This happens because at higher dispersant dose and at higher alkaline pH, the repulsion among all the particles increases which increases the zeta potential value. Also the recovery (%) of the concentrate decreases.

thumbnail Fig. 12

Effect of dispersant dose at 208.33 g/t of flocculant dose and at pH 9.

4 Mechanism investigation

The adsorption mechanism was investigated by zeta potential and FTIR analysis.

4.1 Zeta potential analysis

The zeta potential plot is shown in Figure 13. The plot depicted that after adsorption of the flocculant dose, the point of zero charge of the feed material shifts to 7.68, which raises clear indication that the flocculant is selective to the haematitic minerals [5]. Shifting of the pzc value to 8 indicates better selectivity can be obtained at the higher alkaline pH range, supports the experimental results.

thumbnail Fig. 13

Variation of zeta potential of the iron ore tailing sample as a function of pH, as received feed sample; feed sample with flocculant.

4.2 FTIR analysis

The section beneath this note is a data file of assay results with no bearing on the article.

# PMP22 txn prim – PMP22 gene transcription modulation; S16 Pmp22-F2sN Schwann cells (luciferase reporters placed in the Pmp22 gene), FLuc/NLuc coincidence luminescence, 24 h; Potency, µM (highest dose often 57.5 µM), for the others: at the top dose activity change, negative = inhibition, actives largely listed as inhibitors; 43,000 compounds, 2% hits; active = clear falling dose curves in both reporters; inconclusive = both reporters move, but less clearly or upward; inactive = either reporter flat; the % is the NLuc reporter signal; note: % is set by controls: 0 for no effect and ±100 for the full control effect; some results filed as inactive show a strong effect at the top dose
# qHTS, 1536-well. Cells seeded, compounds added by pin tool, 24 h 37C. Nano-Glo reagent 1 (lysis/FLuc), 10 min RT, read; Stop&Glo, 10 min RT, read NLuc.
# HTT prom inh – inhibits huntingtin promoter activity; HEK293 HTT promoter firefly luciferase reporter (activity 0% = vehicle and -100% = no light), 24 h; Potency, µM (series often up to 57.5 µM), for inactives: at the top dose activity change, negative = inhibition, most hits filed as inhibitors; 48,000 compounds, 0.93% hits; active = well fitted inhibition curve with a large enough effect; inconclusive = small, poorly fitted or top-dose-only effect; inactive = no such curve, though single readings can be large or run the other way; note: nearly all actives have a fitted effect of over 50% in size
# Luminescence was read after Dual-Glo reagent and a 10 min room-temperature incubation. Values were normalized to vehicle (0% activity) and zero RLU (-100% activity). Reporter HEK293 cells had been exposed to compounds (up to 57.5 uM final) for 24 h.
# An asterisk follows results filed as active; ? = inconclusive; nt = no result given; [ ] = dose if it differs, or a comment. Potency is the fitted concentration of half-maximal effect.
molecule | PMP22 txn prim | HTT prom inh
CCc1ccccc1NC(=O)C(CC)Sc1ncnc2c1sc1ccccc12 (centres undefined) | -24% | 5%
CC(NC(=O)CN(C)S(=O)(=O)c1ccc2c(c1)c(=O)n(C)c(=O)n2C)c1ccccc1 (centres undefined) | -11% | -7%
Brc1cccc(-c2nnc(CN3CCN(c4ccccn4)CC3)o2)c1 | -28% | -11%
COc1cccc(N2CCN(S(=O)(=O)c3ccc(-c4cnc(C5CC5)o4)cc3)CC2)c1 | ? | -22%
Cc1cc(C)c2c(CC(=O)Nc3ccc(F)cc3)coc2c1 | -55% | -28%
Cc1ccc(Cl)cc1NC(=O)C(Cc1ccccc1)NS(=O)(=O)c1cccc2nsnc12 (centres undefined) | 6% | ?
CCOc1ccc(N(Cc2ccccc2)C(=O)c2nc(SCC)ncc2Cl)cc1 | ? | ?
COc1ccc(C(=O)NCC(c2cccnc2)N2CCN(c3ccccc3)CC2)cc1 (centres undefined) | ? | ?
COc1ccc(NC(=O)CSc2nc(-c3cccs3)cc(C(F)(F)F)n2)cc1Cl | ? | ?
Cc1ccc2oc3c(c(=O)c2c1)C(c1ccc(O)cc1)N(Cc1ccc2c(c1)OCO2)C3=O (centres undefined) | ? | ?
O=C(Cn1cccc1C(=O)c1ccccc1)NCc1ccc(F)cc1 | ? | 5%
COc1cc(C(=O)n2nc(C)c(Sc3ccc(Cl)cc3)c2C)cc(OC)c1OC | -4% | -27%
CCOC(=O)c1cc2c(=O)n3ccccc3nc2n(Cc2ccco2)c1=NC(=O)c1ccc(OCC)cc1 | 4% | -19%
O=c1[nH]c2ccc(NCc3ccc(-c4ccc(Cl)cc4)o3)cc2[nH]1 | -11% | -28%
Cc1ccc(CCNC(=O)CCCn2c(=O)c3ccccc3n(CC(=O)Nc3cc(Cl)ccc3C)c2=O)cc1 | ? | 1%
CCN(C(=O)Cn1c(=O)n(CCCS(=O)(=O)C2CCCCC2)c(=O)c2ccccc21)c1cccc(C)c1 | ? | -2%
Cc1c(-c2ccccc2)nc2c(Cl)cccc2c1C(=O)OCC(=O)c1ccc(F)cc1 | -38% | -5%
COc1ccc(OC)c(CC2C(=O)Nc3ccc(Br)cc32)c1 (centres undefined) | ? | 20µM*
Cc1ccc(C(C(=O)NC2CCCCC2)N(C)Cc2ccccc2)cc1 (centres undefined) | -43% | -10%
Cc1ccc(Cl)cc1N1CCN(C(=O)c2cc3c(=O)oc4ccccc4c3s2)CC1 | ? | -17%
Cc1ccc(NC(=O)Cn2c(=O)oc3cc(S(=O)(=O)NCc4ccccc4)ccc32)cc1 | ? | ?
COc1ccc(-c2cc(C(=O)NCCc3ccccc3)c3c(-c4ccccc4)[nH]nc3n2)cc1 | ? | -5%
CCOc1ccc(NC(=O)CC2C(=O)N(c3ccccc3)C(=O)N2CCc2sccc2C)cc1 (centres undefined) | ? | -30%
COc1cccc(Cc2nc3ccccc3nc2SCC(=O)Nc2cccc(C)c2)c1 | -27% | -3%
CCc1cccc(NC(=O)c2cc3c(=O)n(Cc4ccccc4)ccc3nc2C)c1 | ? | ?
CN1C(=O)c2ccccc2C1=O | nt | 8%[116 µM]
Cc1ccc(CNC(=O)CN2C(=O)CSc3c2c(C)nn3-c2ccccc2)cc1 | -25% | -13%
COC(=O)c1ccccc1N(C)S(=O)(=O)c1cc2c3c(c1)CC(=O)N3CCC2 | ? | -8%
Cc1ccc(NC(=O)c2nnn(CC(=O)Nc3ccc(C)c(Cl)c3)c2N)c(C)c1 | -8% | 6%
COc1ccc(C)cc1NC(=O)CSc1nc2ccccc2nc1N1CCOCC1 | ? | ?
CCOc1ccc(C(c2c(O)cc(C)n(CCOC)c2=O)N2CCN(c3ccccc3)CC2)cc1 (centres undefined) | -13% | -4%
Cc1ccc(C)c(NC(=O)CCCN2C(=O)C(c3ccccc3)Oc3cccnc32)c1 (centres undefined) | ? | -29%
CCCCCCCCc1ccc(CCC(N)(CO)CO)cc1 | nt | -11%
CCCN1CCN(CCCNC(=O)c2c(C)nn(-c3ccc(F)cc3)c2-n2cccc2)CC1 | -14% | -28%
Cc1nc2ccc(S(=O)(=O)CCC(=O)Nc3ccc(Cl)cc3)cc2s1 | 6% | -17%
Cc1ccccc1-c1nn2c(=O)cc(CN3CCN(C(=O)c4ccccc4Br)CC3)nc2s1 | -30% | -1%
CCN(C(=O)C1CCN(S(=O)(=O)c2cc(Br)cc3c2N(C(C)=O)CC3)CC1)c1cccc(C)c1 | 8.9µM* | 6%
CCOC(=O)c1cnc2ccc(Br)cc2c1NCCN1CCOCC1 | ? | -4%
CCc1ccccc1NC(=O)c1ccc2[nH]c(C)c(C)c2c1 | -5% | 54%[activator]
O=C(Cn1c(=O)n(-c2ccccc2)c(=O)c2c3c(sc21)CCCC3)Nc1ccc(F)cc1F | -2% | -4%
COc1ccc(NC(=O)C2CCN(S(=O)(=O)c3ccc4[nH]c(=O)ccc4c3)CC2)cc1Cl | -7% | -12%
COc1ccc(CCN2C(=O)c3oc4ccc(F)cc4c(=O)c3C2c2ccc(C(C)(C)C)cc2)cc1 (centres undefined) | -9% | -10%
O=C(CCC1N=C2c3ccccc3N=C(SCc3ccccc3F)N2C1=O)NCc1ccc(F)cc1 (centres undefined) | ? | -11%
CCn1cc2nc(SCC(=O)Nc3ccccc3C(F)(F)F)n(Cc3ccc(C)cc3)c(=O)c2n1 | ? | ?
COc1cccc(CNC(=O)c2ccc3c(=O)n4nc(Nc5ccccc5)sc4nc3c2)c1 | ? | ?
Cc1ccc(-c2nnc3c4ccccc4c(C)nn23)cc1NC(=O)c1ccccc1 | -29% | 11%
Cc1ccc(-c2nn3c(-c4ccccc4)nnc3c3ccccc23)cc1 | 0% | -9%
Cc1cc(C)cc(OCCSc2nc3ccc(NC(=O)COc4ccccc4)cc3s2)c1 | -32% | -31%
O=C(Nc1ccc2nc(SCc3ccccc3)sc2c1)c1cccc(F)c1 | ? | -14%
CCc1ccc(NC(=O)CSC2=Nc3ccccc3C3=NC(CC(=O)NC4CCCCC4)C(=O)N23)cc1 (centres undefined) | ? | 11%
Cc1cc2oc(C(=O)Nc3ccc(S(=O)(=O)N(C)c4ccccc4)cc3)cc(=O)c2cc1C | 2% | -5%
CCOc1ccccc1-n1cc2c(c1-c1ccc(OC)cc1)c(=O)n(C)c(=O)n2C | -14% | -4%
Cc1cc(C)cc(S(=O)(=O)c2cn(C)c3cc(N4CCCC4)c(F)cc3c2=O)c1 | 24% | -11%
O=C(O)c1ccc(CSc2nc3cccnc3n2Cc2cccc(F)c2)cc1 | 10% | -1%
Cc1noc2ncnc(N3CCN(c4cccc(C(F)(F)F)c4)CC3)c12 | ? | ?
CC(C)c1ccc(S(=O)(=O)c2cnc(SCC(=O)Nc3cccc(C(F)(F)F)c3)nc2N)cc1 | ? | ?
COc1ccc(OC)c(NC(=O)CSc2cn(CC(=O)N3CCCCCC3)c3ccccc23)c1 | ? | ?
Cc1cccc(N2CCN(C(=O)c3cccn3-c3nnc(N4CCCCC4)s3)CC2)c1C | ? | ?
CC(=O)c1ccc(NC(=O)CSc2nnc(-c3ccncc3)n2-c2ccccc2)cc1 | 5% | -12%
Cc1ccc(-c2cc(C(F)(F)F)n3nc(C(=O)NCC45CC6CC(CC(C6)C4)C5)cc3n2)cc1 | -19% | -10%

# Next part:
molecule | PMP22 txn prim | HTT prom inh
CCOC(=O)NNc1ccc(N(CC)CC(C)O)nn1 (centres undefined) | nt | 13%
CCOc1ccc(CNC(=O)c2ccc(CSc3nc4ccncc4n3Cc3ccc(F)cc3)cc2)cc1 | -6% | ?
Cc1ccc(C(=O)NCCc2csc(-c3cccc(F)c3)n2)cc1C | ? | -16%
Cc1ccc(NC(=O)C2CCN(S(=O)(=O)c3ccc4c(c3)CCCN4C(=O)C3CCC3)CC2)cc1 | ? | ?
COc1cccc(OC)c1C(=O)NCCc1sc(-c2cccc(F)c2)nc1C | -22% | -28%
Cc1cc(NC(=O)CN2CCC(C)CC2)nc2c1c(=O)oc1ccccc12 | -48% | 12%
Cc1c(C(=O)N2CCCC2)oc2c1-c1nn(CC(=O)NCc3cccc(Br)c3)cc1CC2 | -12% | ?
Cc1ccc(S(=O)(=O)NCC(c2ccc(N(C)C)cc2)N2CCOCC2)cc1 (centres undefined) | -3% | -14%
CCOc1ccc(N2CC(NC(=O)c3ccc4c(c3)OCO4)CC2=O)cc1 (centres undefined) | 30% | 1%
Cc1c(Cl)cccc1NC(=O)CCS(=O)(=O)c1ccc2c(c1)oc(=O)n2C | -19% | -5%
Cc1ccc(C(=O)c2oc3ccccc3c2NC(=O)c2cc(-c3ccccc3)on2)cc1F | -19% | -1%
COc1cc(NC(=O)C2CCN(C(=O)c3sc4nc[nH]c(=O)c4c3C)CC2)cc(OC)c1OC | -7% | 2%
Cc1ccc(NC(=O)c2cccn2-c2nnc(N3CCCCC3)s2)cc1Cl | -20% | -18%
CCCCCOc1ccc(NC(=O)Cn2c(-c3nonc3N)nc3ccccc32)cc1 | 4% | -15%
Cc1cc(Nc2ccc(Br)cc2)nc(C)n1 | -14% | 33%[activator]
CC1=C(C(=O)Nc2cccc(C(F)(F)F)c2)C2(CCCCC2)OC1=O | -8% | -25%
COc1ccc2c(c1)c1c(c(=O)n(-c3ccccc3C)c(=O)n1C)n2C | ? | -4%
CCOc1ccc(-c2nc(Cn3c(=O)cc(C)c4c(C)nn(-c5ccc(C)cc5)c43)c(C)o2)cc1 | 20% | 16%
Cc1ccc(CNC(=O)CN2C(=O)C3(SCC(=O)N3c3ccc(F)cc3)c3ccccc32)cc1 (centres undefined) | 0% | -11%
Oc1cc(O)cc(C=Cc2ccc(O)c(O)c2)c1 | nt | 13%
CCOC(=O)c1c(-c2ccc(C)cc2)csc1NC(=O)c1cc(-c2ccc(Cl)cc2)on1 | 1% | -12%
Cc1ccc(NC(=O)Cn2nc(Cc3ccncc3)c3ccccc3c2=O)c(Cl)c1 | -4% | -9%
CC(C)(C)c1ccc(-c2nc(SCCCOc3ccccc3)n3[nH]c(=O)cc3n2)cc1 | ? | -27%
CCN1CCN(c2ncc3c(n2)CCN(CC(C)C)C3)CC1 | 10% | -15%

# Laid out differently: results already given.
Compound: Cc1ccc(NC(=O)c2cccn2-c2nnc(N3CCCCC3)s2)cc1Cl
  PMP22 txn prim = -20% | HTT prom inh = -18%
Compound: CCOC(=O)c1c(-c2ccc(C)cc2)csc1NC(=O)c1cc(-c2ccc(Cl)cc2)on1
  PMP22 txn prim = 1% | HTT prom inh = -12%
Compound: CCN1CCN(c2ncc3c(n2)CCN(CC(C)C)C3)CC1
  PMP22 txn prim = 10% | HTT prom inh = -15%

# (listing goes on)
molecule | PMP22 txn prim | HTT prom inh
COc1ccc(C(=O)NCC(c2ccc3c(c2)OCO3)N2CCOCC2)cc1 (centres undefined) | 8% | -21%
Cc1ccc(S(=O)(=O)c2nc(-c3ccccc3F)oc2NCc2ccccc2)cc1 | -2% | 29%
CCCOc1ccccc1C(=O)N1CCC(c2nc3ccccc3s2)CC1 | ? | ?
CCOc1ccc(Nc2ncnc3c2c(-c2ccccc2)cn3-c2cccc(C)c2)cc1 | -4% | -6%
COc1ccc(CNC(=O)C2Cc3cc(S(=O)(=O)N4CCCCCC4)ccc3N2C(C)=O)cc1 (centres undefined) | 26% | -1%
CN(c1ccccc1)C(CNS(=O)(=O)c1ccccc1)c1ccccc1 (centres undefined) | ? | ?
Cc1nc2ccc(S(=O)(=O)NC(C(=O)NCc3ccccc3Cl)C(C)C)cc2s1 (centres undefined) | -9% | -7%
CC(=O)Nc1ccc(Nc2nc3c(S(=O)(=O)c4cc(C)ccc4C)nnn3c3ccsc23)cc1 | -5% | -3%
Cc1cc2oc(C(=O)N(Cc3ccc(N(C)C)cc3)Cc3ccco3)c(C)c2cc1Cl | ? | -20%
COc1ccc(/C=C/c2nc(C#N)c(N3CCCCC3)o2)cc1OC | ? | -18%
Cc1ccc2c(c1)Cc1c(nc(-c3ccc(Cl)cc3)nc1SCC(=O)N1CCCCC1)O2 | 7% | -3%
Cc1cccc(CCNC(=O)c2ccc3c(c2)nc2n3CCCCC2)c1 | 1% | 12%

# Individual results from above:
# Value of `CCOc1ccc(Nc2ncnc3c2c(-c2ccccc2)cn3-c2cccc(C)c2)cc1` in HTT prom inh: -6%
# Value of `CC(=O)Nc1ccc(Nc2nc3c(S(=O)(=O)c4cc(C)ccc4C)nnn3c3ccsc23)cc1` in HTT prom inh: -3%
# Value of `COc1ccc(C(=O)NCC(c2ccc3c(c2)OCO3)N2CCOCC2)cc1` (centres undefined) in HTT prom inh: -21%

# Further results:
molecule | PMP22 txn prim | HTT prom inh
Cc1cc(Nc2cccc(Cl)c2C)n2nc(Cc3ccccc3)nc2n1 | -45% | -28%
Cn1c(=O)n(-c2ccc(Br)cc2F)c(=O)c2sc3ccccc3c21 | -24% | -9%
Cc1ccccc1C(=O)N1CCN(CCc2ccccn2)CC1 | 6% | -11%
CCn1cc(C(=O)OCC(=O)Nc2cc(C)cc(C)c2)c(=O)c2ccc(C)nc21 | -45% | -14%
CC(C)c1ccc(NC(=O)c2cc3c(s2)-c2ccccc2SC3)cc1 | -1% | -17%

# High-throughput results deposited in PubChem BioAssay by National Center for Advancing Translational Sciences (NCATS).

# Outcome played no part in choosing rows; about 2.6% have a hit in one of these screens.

FTIR analysis was carried out at wave numbers between 4000 cm−1 to 400 cm−1 (Fig. 14). It was observed that a lot of peak difference was observed in the peaks of the wave numbers for feed, concentrate, and tailings. For clear identifications of the peak difference the wave numbers were shown in three parts: (a) 3700 to 2500 cm−1; (b) 2600 to 1200 cm−1; (c) 1100 to 400 cm−1. In the range of 1100 to 400 cm−1, a huge peak difference was observed between the feed samples and the products (concentrate and tailing). One major peak was present at 1631.5 cm−1 which shifted to 1632.4 cm−1 in the concentrate, representing the deformation of H-O-H bond [10]. One new peak was observed at 1531.4 cm−1 in the concentrate, it is due to attachment of hydrogen atom in the sample, because of which floc formation occurs selectively on desired minerals [24,25]. Similarly, it was observed that another new peak was observed at 1038.5 cm−1, which represents adsorption of water molecules on the desired mineral surfaces.

One major peak was observed at the concentrate in the wave number at 910.4, 641.1 and 496.4 cm−1 which shows the presence of Fe-O stretching in the concentrate [2527]. One intense band was observed at 1038.5 cm−1 indicating adsorption of the polysaccharide flocculant on hematite mineral surfaces [28]. In the concentrate, the peak at 1035.9 cm−1, which shifts to 1038.5 cm−1 which represents adsorption of −OH band on hematite surface [28]. The peak at 915.2 cm−1 indicating hematite shifts to 910.4 cm−1 after adsorption of the flocculant.